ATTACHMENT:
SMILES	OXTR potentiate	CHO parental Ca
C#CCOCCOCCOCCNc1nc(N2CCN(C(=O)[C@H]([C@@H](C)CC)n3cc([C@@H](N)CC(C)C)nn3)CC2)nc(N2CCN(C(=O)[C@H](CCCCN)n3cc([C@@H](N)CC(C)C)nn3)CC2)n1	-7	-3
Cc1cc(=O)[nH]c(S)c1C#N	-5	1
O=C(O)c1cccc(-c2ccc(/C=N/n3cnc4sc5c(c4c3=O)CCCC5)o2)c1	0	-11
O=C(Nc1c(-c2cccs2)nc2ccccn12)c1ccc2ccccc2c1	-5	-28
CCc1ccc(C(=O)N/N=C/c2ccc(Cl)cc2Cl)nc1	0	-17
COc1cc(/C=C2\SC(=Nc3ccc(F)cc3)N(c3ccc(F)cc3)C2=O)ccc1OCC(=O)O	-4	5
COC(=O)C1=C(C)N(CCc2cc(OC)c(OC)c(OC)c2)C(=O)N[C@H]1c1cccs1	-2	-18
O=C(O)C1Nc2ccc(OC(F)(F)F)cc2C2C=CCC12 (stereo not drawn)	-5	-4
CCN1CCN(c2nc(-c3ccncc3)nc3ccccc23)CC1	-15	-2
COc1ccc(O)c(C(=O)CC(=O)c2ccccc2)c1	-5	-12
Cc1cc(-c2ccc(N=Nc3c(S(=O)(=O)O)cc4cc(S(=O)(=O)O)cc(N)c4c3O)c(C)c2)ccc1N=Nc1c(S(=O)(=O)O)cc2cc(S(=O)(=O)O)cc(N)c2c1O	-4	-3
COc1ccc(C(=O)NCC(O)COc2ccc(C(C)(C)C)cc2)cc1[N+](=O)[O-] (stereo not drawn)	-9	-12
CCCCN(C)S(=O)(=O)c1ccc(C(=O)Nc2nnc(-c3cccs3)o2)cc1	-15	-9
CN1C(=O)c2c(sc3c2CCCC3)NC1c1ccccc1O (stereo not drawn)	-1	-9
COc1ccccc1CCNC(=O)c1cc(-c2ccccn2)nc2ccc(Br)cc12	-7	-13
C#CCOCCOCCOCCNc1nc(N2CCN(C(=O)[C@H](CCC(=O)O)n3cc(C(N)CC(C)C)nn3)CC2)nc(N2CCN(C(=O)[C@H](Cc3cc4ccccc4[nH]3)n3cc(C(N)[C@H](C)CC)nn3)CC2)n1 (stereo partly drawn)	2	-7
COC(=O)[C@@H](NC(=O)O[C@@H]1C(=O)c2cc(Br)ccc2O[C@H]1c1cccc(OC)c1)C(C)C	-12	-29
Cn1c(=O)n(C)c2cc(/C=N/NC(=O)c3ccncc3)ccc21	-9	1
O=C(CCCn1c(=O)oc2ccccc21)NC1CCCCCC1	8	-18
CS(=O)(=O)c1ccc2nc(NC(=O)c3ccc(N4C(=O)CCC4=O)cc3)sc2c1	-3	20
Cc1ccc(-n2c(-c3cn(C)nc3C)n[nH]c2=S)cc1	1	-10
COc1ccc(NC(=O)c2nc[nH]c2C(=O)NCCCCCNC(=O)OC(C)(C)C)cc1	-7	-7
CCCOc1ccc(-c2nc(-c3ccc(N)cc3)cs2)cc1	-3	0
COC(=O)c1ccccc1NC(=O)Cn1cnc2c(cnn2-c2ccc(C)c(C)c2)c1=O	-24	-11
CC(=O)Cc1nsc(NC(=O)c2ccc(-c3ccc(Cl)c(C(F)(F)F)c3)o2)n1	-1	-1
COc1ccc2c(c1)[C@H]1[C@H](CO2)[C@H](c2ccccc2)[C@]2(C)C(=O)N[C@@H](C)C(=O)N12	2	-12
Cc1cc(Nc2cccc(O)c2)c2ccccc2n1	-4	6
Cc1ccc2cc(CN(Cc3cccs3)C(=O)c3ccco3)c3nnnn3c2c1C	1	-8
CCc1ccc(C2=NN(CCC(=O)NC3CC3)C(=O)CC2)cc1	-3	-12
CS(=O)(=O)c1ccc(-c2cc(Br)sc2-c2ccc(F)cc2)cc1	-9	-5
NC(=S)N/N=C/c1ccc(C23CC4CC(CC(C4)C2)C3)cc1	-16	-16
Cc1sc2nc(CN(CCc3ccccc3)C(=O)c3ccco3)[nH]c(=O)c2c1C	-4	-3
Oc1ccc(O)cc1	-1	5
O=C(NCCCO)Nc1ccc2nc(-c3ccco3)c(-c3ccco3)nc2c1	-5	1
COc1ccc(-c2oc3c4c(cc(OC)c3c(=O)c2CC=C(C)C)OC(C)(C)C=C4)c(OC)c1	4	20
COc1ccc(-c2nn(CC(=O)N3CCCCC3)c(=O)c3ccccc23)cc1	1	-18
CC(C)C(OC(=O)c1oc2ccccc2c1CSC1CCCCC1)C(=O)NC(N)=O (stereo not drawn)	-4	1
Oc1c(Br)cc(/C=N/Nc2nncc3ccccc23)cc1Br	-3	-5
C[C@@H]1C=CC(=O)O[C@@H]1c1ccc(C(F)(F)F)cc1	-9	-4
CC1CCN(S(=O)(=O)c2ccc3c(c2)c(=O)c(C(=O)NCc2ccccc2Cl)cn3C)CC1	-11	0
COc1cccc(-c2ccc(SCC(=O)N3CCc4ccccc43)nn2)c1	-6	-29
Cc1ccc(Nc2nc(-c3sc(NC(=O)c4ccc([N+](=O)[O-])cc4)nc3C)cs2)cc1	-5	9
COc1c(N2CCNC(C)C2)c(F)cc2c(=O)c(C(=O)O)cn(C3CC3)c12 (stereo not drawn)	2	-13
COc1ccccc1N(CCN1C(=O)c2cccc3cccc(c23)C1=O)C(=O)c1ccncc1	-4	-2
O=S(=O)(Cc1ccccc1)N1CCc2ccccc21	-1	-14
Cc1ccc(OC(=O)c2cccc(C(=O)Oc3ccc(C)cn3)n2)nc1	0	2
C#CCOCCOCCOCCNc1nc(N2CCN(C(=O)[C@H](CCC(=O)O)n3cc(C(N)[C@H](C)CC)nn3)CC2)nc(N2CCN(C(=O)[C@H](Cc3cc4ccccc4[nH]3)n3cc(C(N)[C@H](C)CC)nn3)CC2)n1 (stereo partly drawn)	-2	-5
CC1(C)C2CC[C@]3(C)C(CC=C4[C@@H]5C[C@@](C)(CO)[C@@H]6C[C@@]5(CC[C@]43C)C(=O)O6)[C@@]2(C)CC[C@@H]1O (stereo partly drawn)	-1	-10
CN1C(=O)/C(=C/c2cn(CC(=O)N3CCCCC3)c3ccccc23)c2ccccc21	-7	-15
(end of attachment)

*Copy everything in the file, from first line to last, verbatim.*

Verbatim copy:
SMILES	OXTR potentiate	CHO parental Ca
C#CCOCCOCCOCCNc1nc(N2CCN(C(=O)[C@H]([C@@H](C)CC)n3cc([C@@H](N)CC(C)C)nn3)CC2)nc(N2CCN(C(=O)[C@H](CCCCN)n3cc([C@@H](N)CC(C)C)nn3)CC2)n1	-7	-3
Cc1cc(=O)[nH]c(S)c1C#N	-5	1
O=C(O)c1cccc(-c2ccc(/C=N/n3cnc4sc5c(c4c3=O)CCCC5)o2)c1	0	-11
O=C(Nc1c(-c2cccs2)nc2ccccn12)c1ccc2ccccc2c1	-5	-28
CCc1ccc(C(=O)N/N=C/c2ccc(Cl)cc2Cl)nc1	0	-17
COc1cc(/C=C2\SC(=Nc3ccc(F)cc3)N(c3ccc(F)cc3)C2=O)ccc1OCC(=O)O	-4	5
COC(=O)C1=C(C)N(CCc2cc(OC)c(OC)c(OC)c2)C(=O)N[C@H]1c1cccs1	-2	-18
O=C(O)C1Nc2ccc(OC(F)(F)F)cc2C2C=CCC12 (stereo not drawn)	-5	-4
CCN1CCN(c2nc(-c3ccncc3)nc3ccccc23)CC1	-15	-2
COc1ccc(O)c(C(=O)CC(=O)c2ccccc2)c1	-5	-12
Cc1cc(-c2ccc(N=Nc3c(S(=O)(=O)O)cc4cc(S(=O)(=O)O)cc(N)c4c3O)c(C)c2)ccc1N=Nc1c(S(=O)(=O)O)cc2cc(S(=O)(=O)O)cc(N)c2c1O	-4	-3
COc1ccc(C(=O)NCC(O)COc2ccc(C(C)(C)C)cc2)cc1[N+](=O)[O-] (stereo not drawn)	-9	-12
CCCCN(C)S(=O)(=O)c1ccc(C(=O)Nc2nnc(-c3cccs3)o2)cc1	-15	-9
CN1C(=O)c2c(sc3c2CCCC3)NC1c1ccccc1O (stereo not drawn)	-1	-9
COc1ccccc1CCNC(=O)c1cc(-c2ccccn2)nc2ccc(Br)cc12	-7	-13
C#CCOCCOCCOCCNc1nc(N2CCN(C(=O)[C@H](CCC(=O)O)n3cc(C(N)CC(C)C)nn3)CC2)nc(N2CCN(C(=O)[C@H](Cc3cc4ccccc4[nH]3)n3cc(C(N)[C@H](C)CC)nn3)CC2)n1 (stereo partly drawn)	2	-7
COC(=O)[C@@H](NC(=O)O[C@@H]1C(=O)c2cc(Br)ccc2O[C@H]1c1cccc(OC)c1)C(C)C	-12	-29
Cn1c(=O)n(C)c2cc(/C=N/NC(=O)c3ccncc3)ccc21	-9	1
O=C(CCCn1c(=O)oc2ccccc21)NC1CCCCCC1	8	-18
CS(=O)(=O)c1ccc2nc(NC(=O)c3ccc(N4C(=O)CCC4=O)cc3)sc2c1	-3	20
Cc1ccc(-n2c(-c3cn(C)nc3C)n[nH]c2=S)cc1	1	-10
COc1ccc(NC(=O)c2nc[nH]c2C(=O)NCCCCCNC(=O)OC(C)(C)C)cc1	-7	-7
CCCOc1ccc(-c2nc(-c3ccc(N)cc3)cs2)cc1	-3	0
COC(=O)c1ccccc1NC(=O)Cn1cnc2c(cnn2-c2ccc(C)c(C)c2)c1=O	-24	-11
CC(=O)Cc1nsc(NC(=O)c2ccc(-c3ccc(Cl)c(C(F)(F)F)c3)o2)n1	-1	-1
COc1ccc2c(c1)[C@H]1[C@H](CO2)[C@H](c2ccccc2)[C@]2(C)C(=O)N[C@@H](C)C(=O)N12	2	-12
Cc1cc(Nc2cccc(O)c2)c2ccccc2n1	-4	6
Cc1ccc2cc(CN(Cc3cccs3)C(=O)c3ccco3)c3nnnn3c2c1C	1	-8
CCc1ccc(C2=NN(CCC(=O)NC3CC3)C(=O)CC2)cc1	-3	-12
CS(=O)(=O)c1ccc(-c2cc(Br)sc2-c2ccc(F)cc2)cc1	-9	-5
NC(=S)N/N=C/c1ccc(C23CC4CC(CC(C4)C2)C3)cc1	-16	-16
Cc1sc2nc(CN(CCc3ccccc3)C(=O)c3ccco3)[nH]c(=O)c2c1C	-4	-3
Oc1ccc(O)cc1	-1	5
O=C(NCCCO)Nc1ccc2nc(-c3ccco3)c(-c3ccco3)nc2c1	-5	1
COc1ccc(-c2oc3c4c(cc(OC)c3c(=O)c2CC=C(C)C)OC(C)(C)C=C4)c(OC)c1	4	20
COc1ccc(-c2nn(CC(=O)N3CCCCC3)c(=O)c3ccccc23)cc1	1	-18
CC(C)C(OC(=O)c1oc2ccccc2c1CSC1CCCCC1)C(=O)NC(N)=O (stereo not drawn)	-4	1
Oc1c(Br)cc(/C=N/Nc2nncc3ccccc23)cc1Br	-3	-5
C[C@@H]1C=CC(=O)O[C@@H]1c1ccc(C(F)(F)F)cc1	-9	-4
CC1CCN(S(=O)(=O)c2ccc3c(c2)c(=O)c(C(=O)NCc2ccccc2Cl)cn3C)CC1	-11	0
COc1cccc(-c2ccc(SCC(=O)N3CCc4ccccc43)nn2)c1	-6	-29
Cc1ccc(Nc2nc(-c3sc(NC(=O)c4ccc([N+](=O)[O-])cc4)nc3C)cs2)cc1	-5	9
COc1c(N2CCNC(C)C2)c(F)cc2c(=O)c(C(=O)O)cn(C3CC3)c12 (stereo not drawn)	2	-13
COc1ccccc1N(CCN1C(=O)c2cccc3cccc(c23)C1=O)C(=O)c1ccncc1	-4	-2
O=S(=O)(Cc1ccccc1)N1CCc2ccccc21	-1	-14
Cc1ccc(OC(=O)c2cccc(C(=O)Oc3ccc(C)cn3)n2)nc1	0	2
C#CCOCCOCCOCCNc1nc(N2CCN(C(=O)[C@H](CCC(=O)O)n3cc(C(N)[C@H](C)CC)nn3)CC2)nc(N2CCN(C(=O)[C@H](Cc3cc4ccccc4[nH]3)n3cc(C(N)[C@H](C)CC)nn3)CC2)n1 (stereo partly drawn)	-2	-5
CC1(C)C2CC[C@]3(C)C(CC=C4[C@@H]5C[C@@](C)(CO)[C@@H]6C[C@@]5(CC[C@]43C)C(=O)O6)[C@@]2(C)CC[C@@H]1O (stereo partly drawn)	-1	-10
CN1C(=O)/C(=C/c2cn(CC(=O)N3CCCCC3)c3ccccc23)c2ccccc21	-7	-15